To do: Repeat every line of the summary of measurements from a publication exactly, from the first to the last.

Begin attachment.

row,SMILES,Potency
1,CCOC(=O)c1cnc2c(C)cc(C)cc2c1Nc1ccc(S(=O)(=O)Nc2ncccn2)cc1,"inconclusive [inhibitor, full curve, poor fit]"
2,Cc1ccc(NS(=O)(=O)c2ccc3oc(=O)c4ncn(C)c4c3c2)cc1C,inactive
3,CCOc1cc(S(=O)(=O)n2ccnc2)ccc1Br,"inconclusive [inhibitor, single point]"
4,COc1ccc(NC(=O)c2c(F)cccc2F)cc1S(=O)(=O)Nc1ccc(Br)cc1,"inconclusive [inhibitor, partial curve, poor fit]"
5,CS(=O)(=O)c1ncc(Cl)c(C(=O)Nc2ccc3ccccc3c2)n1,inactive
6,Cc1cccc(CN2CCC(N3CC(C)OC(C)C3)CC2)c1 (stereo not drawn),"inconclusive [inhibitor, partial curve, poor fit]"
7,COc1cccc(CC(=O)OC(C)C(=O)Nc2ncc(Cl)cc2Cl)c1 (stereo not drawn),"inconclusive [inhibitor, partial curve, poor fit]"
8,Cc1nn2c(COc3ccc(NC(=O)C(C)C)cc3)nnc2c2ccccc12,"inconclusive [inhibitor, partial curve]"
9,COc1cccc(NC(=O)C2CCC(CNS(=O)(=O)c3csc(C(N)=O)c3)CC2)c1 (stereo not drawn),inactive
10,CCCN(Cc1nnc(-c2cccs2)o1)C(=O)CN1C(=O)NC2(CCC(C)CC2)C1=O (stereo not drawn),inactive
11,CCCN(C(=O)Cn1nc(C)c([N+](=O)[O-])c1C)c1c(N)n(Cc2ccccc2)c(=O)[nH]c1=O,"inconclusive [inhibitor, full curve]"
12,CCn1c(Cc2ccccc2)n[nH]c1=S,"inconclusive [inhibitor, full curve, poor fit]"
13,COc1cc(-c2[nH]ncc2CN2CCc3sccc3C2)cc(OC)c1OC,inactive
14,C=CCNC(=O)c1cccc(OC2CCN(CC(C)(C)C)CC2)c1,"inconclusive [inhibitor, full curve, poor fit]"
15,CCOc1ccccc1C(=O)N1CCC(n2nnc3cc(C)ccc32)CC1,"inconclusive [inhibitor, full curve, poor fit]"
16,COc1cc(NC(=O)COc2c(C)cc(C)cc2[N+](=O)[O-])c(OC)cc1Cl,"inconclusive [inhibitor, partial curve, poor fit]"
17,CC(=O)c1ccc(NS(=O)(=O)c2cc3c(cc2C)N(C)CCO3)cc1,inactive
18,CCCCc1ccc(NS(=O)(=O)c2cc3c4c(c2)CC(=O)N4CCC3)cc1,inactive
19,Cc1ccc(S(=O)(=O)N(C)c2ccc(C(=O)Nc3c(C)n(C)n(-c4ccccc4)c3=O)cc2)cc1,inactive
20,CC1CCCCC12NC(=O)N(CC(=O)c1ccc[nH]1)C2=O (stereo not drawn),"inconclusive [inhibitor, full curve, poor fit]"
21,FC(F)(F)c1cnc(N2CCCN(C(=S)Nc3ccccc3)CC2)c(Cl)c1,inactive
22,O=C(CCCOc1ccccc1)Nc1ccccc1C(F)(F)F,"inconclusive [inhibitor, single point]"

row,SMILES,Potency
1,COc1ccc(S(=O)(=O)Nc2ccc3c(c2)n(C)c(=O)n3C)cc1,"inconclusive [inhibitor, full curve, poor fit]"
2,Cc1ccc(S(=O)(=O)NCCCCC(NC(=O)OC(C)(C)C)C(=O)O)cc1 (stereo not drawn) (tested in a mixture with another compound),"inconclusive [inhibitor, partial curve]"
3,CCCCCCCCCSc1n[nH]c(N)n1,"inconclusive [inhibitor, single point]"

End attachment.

row,SMILES,Potency
1,CCOC(=O)c1cnc2c(C)cc(C)cc2c1Nc1ccc(S(=O)(=O)Nc2ncccn2)cc1,"inconclusive [inhibitor, full curve, poor fit]"
2,Cc1ccc(NS(=O)(=O)c2ccc3oc(=O)c4ncn(C)c4c3c2)cc1C,inactive
3,CCOc1cc(S(=O)(=O)n2ccnc2)ccc1Br,"inconclusive [inhibitor, single point]"
4,COc1ccc(NC(=O)c2c(F)cccc2F)cc1S(=O)(=O)Nc1ccc(Br)cc1,"inconclusive [inhibitor, partial curve, poor fit]"
5,CS(=O)(=O)c1ncc(Cl)c(C(=O)Nc2ccc3ccccc3c2)n1,inactive
6,Cc1cccc(CN2CCC(N3CC(C)OC(C)C3)CC2)c1 (stereo not drawn),"inconclusive [inhibitor, partial curve, poor fit]"
7,COc1cccc(CC(=O)OC(C)C(=O)Nc2ncc(Cl)cc2Cl)c1 (stereo not drawn),"inconclusive [inhibitor, partial curve, poor fit]"
8,Cc1nn2c(COc3ccc(NC(=O)C(C)C)cc3)nnc2c2ccccc12,"inconclusive [inhibitor, partial curve]"
9,COc1cccc(NC(=O)C2CCC(CNS(=O)(=O)c3csc(C(N)=O)c3)CC2)c1 (stereo not drawn),inactive
10,CCCN(Cc1nnc(-c2cccs2)o1)C(=O)CN1C(=O)NC2(CCC(C)CC2)C1=O (stereo not drawn),inactive
11,CCCN(C(=O)Cn1nc(C)c([N+](=O)[O-])c1C)c1c(N)n(Cc2ccccc2)c(=O)[nH]c1=O,"inconclusive [inhibitor, full curve]"
12,CCn1c(Cc2ccccc2)n[nH]c1=S,"inconclusive [inhibitor, full curve, poor fit]"
13,COc1cc(-c2[nH]ncc2CN2CCc3sccc3C2)cc(OC)c1OC,inactive
14,C=CCNC(=O)c1cccc(OC2CCN(CC(C)(C)C)CC2)c1,"inconclusive [inhibitor, full curve, poor fit]"
15,CCOc1ccccc1C(=O)N1CCC(n2nnc3cc(C)ccc32)CC1,"inconclusive [inhibitor, full curve, poor fit]"
16,COc1cc(NC(=O)COc2c(C)cc(C)cc2[N+](=O)[O-])c(OC)cc1Cl,"inconclusive [inhibitor, partial curve, poor fit]"
17,CC(=O)c1ccc(NS(=O)(=O)c2cc3c(cc2C)N(C)CCO3)cc1,inactive
18,CCCCc1ccc(NS(=O)(=O)c2cc3c4c(c2)CC(=O)N4CCC3)cc1,inactive
19,Cc1ccc(S(=O)(=O)N(C)c2ccc(C(=O)Nc3c(C)n(C)n(-c4ccccc4)c3=O)cc2)cc1,inactive
20,CC1CCCCC12NC(=O)N(CC(=O)c1ccc[nH]1)C2=O (stereo not drawn),"inconclusive [inhibitor, full curve, poor fit]"
21,FC(F)(F)c1cnc(N2CCCN(C(=S)Nc3ccccc3)CC2)c(Cl)c1,inactive
22,O=C(CCCOc1ccccc1)Nc1ccccc1C(F)(F)F,"inconclusive [inhibitor, single point]"

row,SMILES,Potency
1,COc1ccc(S(=O)(=O)Nc2ccc3c(c2)n(C)c(=O)n3C)cc1,"inconclusive [inhibitor, full curve, poor fit]"
2,Cc1ccc(S(=O)(=O)NCCCCC(NC(=O)OC(C)(C)C)C(=O)O)cc1 (stereo not drawn) (tested in a mixture with another compound),"inconclusive [inhibitor, partial curve]"
3,CCCCCCCCCSc1n[nH]c(N)n1,"inconclusive [inhibitor, single point]"